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Friday, January 13, 2012

What the Winds Blew In

Every now and again the winds blow some poor bird out of Asia or Russia and into California; December 2011 was such a time. A Eurasian teal of the species know as 'Falcated Duck', found itself in the Colusa National Wildlife Refuge.

What's the big deal? Well imagine for a minute if mammals could get blown off course, ending up in California's central valley. You might be driving along Highway 50, look out the window and see a bewildered looking Prezwalski's wild horse, or perhaps a forlorn Panda or lost Snow Leopard. Is finding a lost bird blown so far off course is really less worthy of comment than finding a lost Eurasian mammal? Of course not, and that's why birders are driving & flying from all over North America to see one little lost duck.

Here below is a license plate I spotted in the Colusa NWR parking lot. If I've ruined some Montanin's "...Gee boss, I've *cough, cough* got the flu. I'm staying home this week..." excuse, I hereby offer my sincere apologies.

A license seen in Colusa NWR car lot

I first went up to see the Falcated Duck by myself on December 15, 2011. The duck was there, and I marveled at how convenient it made itself. Parked in the refuge car lot, it was only a 3 minute walk to the wooden viewing platform where a dozen birders happily peered through binoculars and spotting scopes.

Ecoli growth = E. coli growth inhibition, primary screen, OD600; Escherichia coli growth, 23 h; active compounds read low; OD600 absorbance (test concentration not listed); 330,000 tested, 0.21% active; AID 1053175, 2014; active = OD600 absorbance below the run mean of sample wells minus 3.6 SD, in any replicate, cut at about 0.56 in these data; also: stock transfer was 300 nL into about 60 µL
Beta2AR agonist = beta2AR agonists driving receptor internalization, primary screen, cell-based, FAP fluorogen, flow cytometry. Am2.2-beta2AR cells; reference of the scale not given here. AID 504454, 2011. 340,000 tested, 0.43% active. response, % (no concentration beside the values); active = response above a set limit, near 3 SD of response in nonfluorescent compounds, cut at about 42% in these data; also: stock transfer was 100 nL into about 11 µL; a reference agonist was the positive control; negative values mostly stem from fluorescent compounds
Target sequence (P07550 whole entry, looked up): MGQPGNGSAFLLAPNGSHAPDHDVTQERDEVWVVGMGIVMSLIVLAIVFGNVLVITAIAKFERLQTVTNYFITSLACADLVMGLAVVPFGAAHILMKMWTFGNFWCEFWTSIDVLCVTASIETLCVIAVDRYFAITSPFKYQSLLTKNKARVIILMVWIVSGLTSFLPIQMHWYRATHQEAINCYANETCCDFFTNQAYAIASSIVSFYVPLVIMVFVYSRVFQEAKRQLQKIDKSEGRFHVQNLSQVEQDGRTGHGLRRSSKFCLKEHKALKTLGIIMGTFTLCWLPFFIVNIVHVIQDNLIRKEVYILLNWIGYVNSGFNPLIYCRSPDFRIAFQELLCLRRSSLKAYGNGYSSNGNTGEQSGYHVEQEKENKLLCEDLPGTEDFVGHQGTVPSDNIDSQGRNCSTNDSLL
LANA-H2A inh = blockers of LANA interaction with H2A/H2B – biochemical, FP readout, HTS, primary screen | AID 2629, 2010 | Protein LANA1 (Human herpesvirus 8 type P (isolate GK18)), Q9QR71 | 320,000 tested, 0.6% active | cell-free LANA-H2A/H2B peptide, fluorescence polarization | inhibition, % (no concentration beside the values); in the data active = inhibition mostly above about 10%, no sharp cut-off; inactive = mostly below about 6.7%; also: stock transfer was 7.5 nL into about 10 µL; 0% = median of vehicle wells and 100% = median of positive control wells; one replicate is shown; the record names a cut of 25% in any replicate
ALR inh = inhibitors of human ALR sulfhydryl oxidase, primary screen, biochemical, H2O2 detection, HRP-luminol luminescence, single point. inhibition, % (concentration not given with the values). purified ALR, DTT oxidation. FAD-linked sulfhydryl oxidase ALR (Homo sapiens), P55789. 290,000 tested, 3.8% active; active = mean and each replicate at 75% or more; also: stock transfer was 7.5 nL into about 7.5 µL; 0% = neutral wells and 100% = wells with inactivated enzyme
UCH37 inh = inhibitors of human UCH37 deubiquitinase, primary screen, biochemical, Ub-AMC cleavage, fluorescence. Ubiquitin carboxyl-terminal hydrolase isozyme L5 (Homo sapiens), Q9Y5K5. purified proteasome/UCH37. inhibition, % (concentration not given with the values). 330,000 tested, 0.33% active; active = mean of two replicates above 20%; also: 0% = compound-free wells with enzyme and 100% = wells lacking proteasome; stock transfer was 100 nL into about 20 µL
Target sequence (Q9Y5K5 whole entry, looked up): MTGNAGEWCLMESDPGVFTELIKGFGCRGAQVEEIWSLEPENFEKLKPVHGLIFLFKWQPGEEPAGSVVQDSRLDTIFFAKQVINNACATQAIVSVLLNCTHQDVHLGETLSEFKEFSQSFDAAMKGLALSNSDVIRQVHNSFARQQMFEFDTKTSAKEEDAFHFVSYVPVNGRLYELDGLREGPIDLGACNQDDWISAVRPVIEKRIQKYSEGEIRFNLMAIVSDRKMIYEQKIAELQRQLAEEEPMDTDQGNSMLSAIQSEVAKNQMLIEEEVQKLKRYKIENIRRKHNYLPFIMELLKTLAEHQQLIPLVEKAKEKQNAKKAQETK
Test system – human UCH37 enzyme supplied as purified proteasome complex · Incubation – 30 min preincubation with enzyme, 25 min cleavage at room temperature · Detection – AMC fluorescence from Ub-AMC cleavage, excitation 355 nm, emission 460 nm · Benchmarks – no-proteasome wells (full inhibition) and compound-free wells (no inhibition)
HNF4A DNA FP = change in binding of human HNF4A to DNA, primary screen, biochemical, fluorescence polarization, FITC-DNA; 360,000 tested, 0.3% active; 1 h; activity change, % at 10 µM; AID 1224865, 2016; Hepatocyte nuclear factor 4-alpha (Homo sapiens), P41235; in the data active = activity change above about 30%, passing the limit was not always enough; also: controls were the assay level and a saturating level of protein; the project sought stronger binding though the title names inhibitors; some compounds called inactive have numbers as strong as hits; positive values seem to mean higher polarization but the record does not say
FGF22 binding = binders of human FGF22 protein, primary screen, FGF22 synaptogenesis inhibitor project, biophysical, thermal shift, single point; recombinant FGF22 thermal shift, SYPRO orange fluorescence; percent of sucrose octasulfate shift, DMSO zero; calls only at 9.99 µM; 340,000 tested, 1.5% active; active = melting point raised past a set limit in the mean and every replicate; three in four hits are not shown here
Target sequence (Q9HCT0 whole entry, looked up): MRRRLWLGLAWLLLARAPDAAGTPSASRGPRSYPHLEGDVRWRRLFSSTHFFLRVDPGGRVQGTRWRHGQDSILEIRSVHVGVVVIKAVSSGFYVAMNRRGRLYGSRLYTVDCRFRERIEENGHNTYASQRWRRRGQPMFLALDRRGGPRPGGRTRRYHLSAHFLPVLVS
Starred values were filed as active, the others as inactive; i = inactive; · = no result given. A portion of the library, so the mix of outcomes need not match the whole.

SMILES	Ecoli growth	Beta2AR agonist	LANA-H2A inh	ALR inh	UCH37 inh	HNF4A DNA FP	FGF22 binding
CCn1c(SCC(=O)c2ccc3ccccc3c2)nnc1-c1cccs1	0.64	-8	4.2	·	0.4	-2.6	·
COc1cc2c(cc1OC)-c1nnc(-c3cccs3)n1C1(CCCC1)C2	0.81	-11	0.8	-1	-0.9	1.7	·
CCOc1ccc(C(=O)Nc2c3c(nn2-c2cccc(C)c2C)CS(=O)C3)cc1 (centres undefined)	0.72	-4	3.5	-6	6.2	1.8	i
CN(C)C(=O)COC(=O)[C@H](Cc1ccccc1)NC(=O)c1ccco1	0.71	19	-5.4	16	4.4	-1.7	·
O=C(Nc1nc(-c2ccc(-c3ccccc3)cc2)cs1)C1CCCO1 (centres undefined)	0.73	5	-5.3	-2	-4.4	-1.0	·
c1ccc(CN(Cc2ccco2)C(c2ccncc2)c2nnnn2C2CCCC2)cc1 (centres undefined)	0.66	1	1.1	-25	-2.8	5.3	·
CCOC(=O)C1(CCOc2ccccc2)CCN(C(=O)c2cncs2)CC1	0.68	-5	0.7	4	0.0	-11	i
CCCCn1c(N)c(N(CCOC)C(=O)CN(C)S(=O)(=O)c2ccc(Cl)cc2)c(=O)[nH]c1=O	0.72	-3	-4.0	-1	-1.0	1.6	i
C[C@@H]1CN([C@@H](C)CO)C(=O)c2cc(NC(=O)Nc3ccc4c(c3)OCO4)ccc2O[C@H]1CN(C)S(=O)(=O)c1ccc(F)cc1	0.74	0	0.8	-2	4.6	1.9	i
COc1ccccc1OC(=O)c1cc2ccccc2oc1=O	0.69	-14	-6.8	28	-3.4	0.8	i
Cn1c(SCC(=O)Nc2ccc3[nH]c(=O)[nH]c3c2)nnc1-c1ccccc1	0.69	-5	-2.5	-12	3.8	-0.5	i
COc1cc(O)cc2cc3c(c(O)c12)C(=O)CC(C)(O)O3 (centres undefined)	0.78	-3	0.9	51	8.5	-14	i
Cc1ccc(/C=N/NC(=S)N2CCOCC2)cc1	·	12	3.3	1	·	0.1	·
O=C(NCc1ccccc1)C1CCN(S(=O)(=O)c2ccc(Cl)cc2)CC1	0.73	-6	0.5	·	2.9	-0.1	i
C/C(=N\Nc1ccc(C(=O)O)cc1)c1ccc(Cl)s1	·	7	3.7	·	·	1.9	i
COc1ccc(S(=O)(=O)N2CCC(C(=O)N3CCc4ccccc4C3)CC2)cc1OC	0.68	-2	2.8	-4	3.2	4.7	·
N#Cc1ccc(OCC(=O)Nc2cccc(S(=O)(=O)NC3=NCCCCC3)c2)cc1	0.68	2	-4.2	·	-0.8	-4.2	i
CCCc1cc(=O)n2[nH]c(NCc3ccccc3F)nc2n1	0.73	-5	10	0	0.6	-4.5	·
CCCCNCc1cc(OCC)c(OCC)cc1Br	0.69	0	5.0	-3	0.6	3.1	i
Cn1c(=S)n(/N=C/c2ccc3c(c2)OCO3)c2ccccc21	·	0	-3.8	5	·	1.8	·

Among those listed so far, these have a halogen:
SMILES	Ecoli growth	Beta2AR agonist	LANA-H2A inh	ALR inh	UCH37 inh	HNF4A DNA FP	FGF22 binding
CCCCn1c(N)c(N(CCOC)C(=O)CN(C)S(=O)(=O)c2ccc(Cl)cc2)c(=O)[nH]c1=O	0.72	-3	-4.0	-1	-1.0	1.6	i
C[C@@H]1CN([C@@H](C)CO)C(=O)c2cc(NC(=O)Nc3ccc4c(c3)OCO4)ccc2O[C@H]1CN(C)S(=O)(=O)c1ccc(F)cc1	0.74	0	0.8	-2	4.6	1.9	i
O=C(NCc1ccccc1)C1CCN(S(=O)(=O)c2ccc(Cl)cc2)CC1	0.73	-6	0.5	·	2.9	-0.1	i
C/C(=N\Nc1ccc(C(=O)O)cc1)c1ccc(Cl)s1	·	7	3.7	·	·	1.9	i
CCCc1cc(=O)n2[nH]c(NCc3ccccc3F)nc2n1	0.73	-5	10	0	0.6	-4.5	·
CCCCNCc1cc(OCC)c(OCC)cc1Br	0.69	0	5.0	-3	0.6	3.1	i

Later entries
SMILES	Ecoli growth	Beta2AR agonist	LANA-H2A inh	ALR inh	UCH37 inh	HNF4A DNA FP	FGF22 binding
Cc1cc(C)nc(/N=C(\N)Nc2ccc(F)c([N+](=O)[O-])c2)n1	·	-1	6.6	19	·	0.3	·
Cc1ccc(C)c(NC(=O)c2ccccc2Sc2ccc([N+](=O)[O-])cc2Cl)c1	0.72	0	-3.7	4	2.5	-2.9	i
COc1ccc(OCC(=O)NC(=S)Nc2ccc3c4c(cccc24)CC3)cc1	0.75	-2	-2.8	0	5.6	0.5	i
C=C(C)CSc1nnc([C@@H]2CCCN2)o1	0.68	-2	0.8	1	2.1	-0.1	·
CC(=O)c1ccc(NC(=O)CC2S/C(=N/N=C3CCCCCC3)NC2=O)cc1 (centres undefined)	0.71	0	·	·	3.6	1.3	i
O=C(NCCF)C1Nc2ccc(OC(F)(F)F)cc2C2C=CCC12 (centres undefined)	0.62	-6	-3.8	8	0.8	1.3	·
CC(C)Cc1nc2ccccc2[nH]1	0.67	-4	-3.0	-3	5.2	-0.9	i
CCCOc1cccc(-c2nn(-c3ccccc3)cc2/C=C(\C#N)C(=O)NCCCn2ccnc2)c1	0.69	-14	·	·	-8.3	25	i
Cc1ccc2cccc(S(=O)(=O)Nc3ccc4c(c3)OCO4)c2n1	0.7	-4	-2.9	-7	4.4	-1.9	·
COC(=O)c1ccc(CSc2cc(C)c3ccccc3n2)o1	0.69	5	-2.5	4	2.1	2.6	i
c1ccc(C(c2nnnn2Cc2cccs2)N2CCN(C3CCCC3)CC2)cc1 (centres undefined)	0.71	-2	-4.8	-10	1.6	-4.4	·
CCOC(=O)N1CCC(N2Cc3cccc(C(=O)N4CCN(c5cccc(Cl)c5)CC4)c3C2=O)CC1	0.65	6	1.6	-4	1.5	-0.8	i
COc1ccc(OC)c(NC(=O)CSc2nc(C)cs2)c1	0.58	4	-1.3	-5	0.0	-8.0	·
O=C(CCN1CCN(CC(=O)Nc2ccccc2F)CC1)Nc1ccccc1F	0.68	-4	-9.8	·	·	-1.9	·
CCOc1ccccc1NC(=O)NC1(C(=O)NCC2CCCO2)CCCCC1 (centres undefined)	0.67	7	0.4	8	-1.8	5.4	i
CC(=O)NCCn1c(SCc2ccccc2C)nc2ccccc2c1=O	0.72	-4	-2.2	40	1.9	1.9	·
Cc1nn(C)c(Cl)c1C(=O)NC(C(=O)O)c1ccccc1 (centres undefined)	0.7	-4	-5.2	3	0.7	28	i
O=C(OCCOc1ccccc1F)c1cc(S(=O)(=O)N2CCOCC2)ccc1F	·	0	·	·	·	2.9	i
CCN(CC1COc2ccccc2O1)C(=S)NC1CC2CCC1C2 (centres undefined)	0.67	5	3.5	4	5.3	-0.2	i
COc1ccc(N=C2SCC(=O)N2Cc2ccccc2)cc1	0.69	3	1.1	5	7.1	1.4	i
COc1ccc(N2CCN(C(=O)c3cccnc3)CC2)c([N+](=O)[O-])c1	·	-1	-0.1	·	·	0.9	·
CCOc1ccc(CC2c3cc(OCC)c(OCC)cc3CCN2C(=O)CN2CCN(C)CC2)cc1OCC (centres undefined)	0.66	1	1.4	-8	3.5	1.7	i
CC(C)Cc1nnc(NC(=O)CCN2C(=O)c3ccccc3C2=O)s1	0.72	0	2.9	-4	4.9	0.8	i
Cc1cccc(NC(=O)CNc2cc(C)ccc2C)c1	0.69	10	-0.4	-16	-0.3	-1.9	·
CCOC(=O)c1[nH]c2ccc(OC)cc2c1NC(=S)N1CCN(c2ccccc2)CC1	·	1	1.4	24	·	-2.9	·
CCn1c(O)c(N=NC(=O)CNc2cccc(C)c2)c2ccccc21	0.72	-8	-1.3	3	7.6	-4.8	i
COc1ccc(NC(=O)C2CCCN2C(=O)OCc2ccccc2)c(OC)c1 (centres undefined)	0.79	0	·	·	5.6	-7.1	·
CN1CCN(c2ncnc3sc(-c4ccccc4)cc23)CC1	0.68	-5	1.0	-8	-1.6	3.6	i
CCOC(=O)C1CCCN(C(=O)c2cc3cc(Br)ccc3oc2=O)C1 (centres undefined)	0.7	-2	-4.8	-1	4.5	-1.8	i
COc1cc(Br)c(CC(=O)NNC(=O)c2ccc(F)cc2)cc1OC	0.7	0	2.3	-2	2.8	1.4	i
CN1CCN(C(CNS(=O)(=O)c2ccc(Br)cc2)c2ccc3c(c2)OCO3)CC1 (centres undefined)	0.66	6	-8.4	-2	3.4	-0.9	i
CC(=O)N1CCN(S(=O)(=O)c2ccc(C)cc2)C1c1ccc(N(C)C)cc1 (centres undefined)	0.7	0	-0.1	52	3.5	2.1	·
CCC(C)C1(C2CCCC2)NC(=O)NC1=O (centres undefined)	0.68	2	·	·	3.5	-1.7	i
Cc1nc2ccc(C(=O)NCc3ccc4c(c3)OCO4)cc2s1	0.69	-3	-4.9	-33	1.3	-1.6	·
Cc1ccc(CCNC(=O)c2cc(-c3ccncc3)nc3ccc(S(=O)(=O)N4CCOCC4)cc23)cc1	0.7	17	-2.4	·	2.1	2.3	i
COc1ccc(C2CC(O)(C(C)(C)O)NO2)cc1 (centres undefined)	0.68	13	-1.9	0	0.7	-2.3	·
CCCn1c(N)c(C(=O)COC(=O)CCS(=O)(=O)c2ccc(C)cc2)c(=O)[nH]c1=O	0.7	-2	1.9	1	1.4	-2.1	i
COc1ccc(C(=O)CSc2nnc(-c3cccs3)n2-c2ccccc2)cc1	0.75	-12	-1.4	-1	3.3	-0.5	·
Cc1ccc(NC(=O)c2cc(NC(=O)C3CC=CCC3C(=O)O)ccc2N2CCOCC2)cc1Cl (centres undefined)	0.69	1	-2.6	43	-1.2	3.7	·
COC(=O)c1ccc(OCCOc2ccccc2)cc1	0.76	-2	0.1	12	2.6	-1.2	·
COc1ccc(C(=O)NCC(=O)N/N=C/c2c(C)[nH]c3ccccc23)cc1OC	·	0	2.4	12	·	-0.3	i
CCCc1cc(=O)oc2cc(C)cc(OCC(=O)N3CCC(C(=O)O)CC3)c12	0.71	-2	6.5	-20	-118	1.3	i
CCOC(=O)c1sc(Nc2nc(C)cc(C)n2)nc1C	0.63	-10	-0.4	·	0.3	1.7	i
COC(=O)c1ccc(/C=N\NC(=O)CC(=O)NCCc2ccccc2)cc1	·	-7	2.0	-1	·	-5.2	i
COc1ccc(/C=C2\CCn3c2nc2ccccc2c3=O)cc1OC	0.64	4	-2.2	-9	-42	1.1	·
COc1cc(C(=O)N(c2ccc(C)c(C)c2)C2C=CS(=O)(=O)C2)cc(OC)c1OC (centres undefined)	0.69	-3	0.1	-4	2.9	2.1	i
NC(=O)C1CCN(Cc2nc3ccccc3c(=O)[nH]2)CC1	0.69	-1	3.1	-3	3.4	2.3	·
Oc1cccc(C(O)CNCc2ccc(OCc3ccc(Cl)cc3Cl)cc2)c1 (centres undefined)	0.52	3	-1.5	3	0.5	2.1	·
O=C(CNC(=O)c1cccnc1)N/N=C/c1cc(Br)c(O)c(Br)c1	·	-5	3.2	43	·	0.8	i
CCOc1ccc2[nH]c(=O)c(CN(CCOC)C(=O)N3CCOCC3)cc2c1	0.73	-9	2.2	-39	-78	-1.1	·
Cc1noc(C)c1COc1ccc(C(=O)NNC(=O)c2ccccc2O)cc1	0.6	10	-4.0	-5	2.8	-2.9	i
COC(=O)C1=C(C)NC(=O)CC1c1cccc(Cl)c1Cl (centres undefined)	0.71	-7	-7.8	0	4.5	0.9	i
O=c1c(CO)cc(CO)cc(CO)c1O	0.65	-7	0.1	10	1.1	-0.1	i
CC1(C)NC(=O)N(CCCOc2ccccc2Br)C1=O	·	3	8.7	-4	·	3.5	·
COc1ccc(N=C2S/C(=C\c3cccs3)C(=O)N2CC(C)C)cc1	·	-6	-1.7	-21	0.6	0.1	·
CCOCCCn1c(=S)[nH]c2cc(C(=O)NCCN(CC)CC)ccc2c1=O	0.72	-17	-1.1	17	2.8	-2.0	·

The Colusa wooden viewing platform; 1/13/2012

The birders present were mesmerized by the little male duck, and everyone was impressed with it's brilliant feathering and cheeky attitude as it tried to court nearby female American Wigeon ducks. I'll bet it had a thick Slavic accent. "Here you wee-dle girl ducks, I am for buying you many it pretty things eef you come leetle closer."

Don on the right, chatting up some birders

Just in front of the Colusa viewing platform

Three Northern Shovelers just to right of platform

Leap ahead to January, and I again headed up to Colusa National Wildlife Refuge, this time with my birder buddy Don, who avidly anticipated seeing the duck. I was fretful when we left Sacramento as it was Friday. The duck had a habit of being scarse between Fridays and Sundays, due to increased visitation on those days. So, when we arrived at the refuge and walked up the ramp on the viewing platform, my heart sunk when we heard the duck was not present.

Flights of Greater White-fronted Geese
overhead, but no Falcated Duck

We hung around and Don chatted with other birders for a bit, then we drove the Colusa Refuge's auto tour loop.

Our drive was barely underway when Don spotted a Bald Eagle perched in a distant tree. With my usual alert nature, I totally missed seeing the bird. Drat! The Colusa Refuge is huge, and full of overwintering Snow, Greater White-fronted Geese and the less common and smaller Ross's and Cackling Geese.

I'm always fascinated by Ross's Geese, as they look like mini-Snow Geese with snub bills and short necks. Here below are some Snow geese.

Snow Geese with big, fat long bills